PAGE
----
The networking/resourcing model grew in popularity as some of the problems with the presence model, particularly decreasing student participation, became obvious. Students were still concerned with issues of spirituality, morality and justice, but they sought a more programmatic approach than many campus ministries offered. Campus ministers began to broker services in order to match these students up with specific programs of local congregations or judicatories. In this model, the campus ministry would not so much do ministry as it would enable ministry to occur. The main function of the campus minister. now often referred to as the director of the campus ministry unit, was as counselor and referral agent to students. Soon networking and resourcing flowed in two directions. As communication links were established between campuses and local churches, the church and its members recognized that the college or university often possessed hitherto unrecognized resources for them. Resource directories were prepared for local churches, and continuing education events were inaugurated for clergy. The campus ministry was no longer waiting passively for the university to set its agenda but was now responsive and reactive to the strengths and needs of both campus and church, or so the rationale went.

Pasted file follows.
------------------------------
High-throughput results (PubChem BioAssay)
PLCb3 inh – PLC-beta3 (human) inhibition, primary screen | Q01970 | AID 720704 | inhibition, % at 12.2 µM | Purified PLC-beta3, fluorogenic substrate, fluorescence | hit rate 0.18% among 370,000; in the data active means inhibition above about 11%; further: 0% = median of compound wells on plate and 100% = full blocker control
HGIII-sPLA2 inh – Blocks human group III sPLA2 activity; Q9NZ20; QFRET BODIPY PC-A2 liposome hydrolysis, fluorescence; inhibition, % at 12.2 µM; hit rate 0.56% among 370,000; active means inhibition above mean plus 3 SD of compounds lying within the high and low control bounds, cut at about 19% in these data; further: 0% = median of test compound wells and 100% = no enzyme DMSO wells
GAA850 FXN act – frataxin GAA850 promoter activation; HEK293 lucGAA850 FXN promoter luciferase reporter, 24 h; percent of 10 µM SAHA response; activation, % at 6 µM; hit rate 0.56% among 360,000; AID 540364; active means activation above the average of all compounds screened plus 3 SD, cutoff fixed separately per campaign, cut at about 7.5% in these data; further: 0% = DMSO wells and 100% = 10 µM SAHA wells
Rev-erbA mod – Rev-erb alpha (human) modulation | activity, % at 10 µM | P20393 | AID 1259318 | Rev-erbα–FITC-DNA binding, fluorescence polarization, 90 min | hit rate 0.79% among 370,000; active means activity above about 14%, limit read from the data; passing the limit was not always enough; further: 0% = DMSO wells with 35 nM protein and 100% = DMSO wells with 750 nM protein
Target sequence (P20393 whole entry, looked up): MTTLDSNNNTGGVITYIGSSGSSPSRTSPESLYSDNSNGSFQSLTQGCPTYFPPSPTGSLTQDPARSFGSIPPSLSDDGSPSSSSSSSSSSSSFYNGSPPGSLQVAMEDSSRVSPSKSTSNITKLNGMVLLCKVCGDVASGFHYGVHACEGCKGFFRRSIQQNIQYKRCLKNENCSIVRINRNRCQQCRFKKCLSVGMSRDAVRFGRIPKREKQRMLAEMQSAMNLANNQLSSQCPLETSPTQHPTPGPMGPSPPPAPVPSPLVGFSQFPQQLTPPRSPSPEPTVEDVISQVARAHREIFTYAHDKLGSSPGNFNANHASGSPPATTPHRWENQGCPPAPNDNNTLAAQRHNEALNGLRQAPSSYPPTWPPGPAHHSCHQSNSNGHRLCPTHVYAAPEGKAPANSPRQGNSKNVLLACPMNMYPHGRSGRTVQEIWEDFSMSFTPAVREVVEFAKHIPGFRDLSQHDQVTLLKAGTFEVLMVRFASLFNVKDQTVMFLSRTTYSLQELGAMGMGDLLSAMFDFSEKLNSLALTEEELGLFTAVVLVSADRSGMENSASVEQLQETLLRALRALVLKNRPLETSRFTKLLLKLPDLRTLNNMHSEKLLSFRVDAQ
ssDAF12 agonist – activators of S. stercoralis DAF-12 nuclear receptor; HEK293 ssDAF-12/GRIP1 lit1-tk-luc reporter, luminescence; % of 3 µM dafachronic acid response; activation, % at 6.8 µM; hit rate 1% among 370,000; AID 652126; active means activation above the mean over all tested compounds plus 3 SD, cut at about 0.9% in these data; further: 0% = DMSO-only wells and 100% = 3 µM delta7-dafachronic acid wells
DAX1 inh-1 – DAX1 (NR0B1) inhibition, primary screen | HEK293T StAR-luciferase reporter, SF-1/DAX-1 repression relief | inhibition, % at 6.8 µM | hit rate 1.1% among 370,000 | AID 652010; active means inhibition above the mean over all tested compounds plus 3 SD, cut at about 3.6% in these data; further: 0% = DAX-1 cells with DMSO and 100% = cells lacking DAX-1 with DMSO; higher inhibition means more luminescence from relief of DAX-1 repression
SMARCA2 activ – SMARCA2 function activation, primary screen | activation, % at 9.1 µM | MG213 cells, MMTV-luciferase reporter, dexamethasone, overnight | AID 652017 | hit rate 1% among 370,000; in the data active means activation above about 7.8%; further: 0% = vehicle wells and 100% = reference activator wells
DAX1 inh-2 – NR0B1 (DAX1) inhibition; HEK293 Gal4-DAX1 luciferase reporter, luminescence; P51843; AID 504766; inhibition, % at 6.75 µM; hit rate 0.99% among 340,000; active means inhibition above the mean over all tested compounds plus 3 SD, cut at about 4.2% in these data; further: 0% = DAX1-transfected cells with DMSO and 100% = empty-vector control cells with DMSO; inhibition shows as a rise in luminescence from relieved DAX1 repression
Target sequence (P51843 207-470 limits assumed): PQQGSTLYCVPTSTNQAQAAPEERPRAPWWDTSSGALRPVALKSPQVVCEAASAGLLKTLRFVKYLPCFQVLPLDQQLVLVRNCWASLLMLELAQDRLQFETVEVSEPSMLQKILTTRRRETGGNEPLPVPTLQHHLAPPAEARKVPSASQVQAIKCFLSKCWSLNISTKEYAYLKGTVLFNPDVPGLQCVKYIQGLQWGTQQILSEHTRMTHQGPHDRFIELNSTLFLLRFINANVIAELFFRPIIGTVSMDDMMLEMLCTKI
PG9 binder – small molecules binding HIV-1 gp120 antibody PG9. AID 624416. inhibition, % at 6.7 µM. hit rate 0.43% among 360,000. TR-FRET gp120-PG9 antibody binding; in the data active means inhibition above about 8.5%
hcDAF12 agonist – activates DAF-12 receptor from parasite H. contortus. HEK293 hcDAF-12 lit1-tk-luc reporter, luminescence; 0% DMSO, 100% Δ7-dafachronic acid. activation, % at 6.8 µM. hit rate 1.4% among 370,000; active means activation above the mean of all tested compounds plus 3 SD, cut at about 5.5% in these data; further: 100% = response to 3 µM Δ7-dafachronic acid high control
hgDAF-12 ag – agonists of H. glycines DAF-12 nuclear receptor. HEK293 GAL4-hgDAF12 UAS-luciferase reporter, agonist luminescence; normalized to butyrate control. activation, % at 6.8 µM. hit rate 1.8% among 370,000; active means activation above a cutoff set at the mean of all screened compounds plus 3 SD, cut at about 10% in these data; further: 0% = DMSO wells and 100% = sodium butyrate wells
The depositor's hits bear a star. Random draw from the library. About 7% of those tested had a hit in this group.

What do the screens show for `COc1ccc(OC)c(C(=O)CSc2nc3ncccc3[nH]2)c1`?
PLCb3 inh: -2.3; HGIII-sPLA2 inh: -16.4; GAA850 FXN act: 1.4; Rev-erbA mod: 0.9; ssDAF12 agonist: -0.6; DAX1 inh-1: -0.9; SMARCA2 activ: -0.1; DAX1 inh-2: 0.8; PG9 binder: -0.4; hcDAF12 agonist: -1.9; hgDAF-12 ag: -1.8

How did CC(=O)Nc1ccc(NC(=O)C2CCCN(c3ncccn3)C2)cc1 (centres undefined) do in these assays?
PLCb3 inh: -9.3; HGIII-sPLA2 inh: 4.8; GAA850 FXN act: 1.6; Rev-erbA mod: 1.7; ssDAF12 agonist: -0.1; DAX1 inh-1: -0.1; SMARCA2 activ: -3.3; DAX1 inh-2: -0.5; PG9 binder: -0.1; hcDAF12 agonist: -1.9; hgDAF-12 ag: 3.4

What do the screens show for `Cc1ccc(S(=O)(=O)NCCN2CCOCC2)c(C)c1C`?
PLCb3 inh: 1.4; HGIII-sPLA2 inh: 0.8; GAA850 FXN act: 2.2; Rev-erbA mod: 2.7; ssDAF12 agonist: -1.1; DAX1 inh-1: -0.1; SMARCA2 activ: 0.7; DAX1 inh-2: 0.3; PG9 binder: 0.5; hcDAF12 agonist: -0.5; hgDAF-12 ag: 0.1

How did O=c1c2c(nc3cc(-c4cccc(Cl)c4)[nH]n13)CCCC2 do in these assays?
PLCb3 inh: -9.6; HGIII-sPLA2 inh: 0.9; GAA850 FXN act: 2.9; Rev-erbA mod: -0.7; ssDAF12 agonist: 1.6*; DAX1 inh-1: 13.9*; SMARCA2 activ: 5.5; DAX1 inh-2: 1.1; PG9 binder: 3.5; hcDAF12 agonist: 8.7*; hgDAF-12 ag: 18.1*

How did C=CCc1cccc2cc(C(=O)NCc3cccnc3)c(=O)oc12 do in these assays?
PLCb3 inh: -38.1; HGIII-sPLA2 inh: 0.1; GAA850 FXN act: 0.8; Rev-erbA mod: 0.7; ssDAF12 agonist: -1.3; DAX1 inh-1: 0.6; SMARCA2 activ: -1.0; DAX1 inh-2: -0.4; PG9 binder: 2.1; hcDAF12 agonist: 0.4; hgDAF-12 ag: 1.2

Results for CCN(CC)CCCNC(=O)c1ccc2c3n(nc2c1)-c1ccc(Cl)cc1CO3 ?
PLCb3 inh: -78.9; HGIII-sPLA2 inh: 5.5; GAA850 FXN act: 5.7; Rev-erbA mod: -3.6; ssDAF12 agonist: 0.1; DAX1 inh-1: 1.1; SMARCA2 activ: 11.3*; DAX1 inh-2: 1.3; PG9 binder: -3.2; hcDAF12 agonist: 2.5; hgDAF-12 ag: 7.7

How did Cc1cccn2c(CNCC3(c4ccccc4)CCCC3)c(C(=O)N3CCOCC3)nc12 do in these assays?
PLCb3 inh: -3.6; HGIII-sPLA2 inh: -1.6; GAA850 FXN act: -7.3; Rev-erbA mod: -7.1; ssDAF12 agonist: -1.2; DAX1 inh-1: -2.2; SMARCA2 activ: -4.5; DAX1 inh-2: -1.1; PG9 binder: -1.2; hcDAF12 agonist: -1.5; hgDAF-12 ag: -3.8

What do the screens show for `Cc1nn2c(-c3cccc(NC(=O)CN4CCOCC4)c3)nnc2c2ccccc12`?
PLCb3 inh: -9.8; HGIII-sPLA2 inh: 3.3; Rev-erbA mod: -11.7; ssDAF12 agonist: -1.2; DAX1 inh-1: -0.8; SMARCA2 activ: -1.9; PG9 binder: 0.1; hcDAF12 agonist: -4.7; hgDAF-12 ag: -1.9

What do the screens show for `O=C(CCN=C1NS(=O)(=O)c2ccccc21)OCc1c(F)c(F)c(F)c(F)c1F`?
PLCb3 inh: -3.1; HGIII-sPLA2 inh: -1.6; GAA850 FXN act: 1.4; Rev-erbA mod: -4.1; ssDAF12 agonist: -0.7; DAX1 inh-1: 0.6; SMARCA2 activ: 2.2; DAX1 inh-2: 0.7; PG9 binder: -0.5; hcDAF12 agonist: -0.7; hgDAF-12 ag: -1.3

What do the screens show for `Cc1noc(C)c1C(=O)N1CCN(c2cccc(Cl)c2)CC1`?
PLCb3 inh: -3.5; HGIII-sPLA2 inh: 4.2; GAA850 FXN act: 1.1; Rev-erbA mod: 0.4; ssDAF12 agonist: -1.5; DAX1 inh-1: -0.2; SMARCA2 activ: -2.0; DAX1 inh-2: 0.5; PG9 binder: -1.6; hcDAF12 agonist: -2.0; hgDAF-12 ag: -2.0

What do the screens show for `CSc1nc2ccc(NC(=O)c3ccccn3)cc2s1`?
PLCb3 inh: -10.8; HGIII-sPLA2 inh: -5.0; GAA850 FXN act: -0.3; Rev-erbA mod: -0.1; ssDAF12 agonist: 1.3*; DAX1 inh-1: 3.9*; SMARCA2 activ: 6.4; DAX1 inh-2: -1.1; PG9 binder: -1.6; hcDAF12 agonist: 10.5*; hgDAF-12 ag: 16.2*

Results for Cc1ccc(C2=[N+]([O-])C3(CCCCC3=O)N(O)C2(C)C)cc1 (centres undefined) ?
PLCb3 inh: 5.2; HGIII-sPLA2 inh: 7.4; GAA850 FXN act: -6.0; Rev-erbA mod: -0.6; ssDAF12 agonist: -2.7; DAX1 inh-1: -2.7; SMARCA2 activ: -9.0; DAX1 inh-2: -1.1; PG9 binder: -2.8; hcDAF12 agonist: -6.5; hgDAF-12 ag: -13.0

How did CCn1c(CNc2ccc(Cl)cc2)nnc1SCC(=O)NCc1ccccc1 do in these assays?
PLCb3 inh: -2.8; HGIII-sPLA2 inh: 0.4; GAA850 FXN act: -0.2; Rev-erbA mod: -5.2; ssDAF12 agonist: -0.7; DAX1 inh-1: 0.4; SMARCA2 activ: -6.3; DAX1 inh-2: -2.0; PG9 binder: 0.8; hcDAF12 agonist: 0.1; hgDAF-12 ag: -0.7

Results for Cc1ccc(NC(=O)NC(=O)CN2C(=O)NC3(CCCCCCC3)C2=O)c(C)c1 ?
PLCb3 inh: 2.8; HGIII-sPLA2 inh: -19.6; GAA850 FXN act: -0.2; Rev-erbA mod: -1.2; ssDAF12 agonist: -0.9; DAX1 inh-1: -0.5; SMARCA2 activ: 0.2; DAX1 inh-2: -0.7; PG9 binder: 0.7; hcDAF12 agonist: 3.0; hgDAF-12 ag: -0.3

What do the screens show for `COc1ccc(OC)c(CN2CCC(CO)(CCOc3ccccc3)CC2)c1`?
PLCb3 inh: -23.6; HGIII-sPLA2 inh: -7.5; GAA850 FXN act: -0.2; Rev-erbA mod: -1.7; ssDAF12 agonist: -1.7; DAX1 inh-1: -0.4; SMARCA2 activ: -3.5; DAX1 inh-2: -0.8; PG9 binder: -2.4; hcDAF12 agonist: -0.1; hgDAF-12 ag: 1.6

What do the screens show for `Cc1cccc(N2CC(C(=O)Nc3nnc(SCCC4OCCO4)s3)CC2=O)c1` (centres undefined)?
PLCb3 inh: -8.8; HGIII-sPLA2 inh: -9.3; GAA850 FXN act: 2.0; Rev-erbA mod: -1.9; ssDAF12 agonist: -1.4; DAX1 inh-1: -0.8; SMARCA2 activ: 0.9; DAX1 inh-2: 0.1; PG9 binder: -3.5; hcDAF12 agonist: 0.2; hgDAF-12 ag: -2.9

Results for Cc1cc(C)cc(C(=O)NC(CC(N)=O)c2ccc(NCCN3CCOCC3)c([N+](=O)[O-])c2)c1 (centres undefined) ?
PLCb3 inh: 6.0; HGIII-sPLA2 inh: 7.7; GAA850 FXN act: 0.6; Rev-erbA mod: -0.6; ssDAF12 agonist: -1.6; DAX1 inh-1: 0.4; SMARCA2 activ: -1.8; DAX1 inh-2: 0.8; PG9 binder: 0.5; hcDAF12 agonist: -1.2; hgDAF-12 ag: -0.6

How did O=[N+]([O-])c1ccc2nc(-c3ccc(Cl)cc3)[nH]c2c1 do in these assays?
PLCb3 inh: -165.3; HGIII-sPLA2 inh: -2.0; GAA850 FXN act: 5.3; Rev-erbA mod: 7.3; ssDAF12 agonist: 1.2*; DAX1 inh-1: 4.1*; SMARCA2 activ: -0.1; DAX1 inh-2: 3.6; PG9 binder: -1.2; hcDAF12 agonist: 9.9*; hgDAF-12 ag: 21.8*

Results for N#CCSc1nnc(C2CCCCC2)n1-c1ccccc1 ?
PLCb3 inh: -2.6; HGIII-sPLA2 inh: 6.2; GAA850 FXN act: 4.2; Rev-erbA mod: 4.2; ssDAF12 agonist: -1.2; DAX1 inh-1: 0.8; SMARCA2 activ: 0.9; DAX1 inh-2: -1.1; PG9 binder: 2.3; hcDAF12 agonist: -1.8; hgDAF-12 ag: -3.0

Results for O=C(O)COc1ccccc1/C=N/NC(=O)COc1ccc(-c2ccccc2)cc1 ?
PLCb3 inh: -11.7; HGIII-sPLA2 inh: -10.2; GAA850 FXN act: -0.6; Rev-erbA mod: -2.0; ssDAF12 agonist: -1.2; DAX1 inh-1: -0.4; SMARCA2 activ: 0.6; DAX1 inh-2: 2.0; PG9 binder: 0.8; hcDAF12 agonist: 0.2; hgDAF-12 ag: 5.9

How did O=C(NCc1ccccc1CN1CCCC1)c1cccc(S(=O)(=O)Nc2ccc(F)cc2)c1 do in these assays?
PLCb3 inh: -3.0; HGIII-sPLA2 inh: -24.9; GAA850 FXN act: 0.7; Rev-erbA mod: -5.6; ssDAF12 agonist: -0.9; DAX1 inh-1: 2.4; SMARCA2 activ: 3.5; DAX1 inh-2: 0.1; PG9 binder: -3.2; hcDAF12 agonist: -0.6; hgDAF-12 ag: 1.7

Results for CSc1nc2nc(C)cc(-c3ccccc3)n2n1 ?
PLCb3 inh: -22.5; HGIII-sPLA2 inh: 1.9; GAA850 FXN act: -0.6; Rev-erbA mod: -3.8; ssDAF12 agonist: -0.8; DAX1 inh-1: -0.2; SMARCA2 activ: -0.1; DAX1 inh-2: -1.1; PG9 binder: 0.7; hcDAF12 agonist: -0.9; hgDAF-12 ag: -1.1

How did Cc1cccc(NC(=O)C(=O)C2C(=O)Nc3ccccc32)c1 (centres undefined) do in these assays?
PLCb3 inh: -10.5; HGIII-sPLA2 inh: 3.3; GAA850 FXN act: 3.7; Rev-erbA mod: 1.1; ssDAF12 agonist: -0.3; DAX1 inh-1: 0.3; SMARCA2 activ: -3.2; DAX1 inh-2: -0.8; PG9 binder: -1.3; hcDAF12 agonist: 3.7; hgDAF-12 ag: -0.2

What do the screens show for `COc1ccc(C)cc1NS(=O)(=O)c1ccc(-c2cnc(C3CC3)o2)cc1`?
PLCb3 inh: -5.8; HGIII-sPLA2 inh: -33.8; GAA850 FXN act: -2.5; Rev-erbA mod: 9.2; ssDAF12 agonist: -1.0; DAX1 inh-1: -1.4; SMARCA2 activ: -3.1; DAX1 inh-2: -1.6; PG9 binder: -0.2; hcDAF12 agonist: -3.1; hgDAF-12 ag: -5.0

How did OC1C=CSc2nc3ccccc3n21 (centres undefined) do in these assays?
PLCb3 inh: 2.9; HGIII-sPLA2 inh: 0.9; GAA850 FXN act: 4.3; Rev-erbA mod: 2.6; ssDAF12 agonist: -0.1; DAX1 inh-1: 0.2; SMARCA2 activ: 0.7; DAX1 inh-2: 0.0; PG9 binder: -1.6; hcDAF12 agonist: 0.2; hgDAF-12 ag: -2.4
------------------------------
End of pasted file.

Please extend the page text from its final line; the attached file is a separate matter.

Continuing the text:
These developments were not without problems. As judicatory funding came under close scrutiny in the late '70s and early '80s, campus ministry staff and programs were good targets for cuts: clearly, it takes less staff time to refer and network than it does to design and implement creative ministry. Thus, the need to network, refer and broker services was institutionalized. Ironically, just as networking became the ministry mode of choice, many regional campus ministry agencies were closing up shop or cutting their staffs, creating fewer services with which to connect. In the end students seeking a place for dialogue or service have often found themselves referred to a local congregation that really wanted someone to tend the nursery or sing in the choir. In many other cases resourcing has become little more than a placement service for students seeking employment as Christian education directors, youth workers or student pastors, and for local churches seeking to book a contemporary singing group for the annual youth Sunday.